With the 2014 RCA show concluding at the end of June, we thought July seemed like the perfect time to catch up with some of the graduating animators from the college to find out a little more about their final films. As we stated in our round-up from the 2013 show every year students from the RCA turn out some of the most exciting and innovative short film work you’re likely to come across in the world of animation and every year we eagerly await a chance to see them. Unfortunately, we have to wait at least a year until we can actually see the final films appear online (we’re still waiting for the 2013 films to appear online), but in this series of articles we’ll give you an insight into some of our favourite films from this year’s batch – next up, Joe Bichard’s The Waldgeist & Me.
The last time we experienced the work of RCA student Joe Bichard, it was gleefully skipping around the screen contemplating death. Having originally caught our eye sometime ago with his wonderful tale of outer space exploration and exploitation MARS!, Bichard firmly grabbed our attention with both hands in 2013 with his colourful and playful tale of loss DEAD…. With his final RCA film about to enter the festival circuit, we spoke to the filmmaker after his graduation show, to discuss what themes he’s tackling in his latest work and how collaborating with others made it all possible:
The film’s tagline is Love and Dismemberment. Which I think sums it up quite succinctly. The concept originated from a character design project I was assigned during my time at Kingston University. Once the characters had been designed I drew them interacting and the basis of their (bad) relationship came naturally from that.
I originally wanted the story to be an illustrated children’s book. I then rewrote and expanded the narrative at my time at the RCA.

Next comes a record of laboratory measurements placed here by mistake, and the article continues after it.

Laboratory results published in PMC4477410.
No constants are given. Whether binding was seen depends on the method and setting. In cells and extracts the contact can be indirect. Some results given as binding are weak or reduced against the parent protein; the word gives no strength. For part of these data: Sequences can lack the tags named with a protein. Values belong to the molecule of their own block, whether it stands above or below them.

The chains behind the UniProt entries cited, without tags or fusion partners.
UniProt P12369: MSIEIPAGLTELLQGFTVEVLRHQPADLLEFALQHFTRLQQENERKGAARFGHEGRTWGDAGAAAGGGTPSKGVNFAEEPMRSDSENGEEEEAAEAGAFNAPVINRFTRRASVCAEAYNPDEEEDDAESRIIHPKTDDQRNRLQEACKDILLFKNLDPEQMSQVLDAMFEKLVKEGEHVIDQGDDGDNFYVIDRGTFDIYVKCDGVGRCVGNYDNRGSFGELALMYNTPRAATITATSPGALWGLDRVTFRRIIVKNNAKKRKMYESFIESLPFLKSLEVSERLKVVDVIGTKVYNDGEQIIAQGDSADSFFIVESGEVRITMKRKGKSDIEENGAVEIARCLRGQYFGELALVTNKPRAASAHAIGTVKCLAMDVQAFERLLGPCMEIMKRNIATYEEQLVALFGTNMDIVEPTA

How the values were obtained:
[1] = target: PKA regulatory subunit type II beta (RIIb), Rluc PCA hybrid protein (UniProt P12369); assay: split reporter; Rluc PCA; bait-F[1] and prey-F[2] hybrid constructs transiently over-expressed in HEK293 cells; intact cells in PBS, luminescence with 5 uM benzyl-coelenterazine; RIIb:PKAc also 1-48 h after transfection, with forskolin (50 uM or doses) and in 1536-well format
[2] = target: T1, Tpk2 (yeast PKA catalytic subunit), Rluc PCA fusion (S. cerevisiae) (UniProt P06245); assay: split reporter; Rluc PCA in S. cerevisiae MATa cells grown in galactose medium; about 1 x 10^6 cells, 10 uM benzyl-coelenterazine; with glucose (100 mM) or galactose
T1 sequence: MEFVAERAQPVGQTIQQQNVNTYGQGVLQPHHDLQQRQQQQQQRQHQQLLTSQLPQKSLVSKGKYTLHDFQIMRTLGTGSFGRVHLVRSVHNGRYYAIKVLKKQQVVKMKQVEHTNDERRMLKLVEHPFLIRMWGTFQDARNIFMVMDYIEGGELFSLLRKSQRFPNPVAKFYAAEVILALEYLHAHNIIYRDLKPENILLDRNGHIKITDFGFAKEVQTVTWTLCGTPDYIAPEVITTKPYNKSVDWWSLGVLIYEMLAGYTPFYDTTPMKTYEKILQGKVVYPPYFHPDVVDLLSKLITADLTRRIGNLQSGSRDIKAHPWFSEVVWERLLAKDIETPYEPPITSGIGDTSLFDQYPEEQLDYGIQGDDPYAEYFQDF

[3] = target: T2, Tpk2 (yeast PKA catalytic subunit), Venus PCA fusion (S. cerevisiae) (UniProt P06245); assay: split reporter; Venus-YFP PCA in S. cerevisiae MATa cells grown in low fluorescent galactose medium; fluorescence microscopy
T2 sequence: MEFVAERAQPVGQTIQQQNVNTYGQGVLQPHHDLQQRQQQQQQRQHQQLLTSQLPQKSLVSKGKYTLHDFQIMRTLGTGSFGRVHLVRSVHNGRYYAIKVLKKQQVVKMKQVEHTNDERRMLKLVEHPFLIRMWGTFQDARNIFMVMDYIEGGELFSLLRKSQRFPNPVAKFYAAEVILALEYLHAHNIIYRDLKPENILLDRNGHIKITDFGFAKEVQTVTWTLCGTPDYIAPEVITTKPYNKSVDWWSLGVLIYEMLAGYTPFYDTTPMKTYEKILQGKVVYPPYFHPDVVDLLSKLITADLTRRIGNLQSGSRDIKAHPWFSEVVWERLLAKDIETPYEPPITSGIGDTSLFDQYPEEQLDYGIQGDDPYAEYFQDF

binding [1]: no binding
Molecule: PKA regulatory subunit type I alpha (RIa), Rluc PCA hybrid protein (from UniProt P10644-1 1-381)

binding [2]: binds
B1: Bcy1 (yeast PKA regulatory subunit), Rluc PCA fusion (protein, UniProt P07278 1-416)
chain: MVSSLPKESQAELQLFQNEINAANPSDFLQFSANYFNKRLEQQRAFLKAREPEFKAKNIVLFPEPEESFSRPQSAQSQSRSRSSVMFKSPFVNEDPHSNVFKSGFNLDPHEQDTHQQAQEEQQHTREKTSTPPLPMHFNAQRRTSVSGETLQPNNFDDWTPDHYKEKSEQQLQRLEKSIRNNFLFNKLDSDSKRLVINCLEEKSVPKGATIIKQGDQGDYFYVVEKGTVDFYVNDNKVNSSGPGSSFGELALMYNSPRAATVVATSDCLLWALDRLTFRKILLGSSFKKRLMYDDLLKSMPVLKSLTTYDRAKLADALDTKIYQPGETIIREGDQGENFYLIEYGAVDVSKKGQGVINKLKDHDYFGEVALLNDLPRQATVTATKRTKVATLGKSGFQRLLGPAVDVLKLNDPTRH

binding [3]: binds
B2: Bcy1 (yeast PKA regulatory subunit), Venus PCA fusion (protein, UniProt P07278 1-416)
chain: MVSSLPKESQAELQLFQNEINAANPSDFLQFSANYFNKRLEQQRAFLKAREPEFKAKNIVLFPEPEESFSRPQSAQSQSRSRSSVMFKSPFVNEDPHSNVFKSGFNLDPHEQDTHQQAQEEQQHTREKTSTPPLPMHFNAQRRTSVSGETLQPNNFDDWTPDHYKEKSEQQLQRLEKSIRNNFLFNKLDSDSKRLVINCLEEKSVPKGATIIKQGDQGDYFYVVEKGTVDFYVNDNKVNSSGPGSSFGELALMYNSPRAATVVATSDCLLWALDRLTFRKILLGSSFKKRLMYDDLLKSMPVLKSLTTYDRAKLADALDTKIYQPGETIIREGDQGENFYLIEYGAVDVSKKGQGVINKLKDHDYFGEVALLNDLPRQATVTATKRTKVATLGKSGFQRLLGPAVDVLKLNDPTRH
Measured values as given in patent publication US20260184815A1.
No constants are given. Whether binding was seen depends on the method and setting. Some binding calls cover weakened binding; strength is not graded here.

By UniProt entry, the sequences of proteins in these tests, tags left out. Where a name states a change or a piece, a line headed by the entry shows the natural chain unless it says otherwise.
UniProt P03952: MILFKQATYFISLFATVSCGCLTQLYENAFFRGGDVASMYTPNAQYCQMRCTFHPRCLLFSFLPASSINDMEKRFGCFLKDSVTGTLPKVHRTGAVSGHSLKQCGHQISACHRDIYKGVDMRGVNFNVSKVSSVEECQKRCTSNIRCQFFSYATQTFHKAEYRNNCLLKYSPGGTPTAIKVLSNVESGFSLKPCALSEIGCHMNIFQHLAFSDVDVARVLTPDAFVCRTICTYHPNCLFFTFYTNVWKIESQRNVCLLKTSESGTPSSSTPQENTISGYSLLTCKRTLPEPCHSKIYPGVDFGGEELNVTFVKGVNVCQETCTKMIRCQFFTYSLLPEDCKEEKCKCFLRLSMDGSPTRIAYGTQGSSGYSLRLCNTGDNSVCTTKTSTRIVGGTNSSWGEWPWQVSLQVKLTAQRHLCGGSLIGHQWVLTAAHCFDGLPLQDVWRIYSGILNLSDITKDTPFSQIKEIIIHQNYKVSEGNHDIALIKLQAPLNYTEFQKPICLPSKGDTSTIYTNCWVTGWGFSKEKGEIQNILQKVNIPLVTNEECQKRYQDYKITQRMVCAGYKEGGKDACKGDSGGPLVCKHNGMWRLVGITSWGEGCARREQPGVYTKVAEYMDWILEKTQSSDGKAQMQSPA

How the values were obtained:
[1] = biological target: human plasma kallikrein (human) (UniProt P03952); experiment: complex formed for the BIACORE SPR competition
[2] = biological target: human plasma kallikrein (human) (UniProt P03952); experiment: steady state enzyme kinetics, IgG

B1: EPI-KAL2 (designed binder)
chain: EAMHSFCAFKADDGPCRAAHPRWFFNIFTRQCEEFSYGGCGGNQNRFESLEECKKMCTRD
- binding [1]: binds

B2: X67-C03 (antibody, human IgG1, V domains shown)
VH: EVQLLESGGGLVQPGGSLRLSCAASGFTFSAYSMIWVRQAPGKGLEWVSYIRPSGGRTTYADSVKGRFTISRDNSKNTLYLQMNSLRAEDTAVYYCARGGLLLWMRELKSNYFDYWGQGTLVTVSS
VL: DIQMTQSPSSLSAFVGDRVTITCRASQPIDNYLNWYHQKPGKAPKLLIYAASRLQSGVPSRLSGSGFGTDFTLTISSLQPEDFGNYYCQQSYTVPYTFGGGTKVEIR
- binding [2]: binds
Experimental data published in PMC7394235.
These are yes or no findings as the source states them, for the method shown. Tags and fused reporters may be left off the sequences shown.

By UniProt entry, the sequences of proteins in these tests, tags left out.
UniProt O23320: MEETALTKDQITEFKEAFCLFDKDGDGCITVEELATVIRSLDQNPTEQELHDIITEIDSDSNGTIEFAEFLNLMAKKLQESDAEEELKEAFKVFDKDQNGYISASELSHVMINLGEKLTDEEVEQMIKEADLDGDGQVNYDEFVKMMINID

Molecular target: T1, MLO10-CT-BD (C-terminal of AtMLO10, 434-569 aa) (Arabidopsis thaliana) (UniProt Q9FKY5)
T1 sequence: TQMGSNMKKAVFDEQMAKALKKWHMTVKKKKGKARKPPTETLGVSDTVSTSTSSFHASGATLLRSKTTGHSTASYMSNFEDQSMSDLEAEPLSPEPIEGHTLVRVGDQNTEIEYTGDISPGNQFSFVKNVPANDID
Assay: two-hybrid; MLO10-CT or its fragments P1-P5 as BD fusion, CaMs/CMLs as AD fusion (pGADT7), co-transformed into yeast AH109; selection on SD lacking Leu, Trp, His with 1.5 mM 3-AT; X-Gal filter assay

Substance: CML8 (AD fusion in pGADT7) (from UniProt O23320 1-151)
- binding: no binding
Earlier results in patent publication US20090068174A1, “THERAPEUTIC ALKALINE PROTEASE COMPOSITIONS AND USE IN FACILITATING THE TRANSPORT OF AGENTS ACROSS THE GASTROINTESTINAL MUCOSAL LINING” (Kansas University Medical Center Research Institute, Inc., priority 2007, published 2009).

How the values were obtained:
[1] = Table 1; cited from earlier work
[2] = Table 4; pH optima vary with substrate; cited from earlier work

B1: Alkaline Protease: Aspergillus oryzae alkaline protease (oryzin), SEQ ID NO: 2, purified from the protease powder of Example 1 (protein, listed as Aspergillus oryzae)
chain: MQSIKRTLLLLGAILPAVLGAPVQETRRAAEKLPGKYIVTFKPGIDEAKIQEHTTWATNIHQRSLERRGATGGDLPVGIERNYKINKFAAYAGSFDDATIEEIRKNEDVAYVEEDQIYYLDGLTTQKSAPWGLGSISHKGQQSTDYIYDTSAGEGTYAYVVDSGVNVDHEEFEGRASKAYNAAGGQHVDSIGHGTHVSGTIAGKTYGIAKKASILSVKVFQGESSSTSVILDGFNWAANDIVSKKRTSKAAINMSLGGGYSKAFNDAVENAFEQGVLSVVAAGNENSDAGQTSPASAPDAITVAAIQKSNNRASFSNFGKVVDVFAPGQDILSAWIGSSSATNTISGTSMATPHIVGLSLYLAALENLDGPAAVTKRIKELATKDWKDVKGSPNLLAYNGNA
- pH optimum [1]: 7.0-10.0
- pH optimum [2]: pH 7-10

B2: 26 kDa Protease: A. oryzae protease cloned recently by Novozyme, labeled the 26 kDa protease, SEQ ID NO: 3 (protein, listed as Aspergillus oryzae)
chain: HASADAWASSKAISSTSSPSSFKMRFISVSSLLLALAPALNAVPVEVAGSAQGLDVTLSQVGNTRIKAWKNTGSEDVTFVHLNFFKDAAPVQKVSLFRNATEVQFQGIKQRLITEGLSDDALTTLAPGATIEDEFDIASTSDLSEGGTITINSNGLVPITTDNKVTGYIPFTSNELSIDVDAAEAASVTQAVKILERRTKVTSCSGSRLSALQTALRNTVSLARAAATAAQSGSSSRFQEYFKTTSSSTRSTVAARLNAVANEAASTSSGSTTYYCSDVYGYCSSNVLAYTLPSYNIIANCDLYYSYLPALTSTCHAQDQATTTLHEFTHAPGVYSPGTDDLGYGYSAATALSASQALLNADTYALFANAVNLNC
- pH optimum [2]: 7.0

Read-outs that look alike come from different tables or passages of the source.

I suppose the story had been brewing inside my brain pan for about four years. I started storyboarding it when I found out I didn’t get into the RCA, in a sort of frenzied fit of republican angst. It turned out I was put on the waiting list and subsequently did get in and became a Royalist, so I put it on hold again until second year.
Once I had spent a month or so making an animatic I was fairly happy with, actual production time was about 6 months. I animated it in Photoshop. Which was great and shit at the same time. Greatshit. I then composited it all and did a few extra bits in After Effects. It was wild. Wildshit.
I use a lot of photo reference when making stuff. I made real 3D models of the characters heads which were invaluable when it came to animating them. Instead of working out what they might look like from whatever angle, I could just take a photo!
The main challenge for me was the project managing side of it all.
I had some amazing people do the amazing bits. But liaising with them all took up way more time than I had first anticipated, leaving me less time to animate things myself. But working with all the amazing people was awesome, so I can’t really complain about it at all. In fact, this ‘challenge’ was probably also the most enjoyable and rewarding part of making the film!
Oswald Skillbard designed and composed all the music and sound. We worked together so well on my first year film DEAD… that it was a no brain-panner to work with him again. And fortunately he seemed pretty willing to do so. I’m so happy with what he came up with. He searched far and wide for strange animal sounds to mix together to create the screeches and squawks the Waldgeist makes. And worked with the incredible Panos Ghikas to make the screeches and squawks the violins make.
It was also wonderful to work with Matt King. As I am a huge fan of his. We only had a small window of opportunity to get the narration recorded with him, so I was initially worried we wouldn’t get it all done. My trepidations were quickly swept aside as his first read of the script was pretty much spot on. Matt totally ‘got it’ and we were done after two hours! I also now have an extensive library of him making grunts, oofs and other miscellaneous noises.
I was also lucky enough to get some fine animators to help me with a few sequences. Loup Blaster, Joe Sparrow and Ferenczy Andras, to name but three. Loup even came over from France or somewhere and lived with me for like three weeks! Without these guyses help, the film would have been shit. I still have no idea how they did some of the stuff…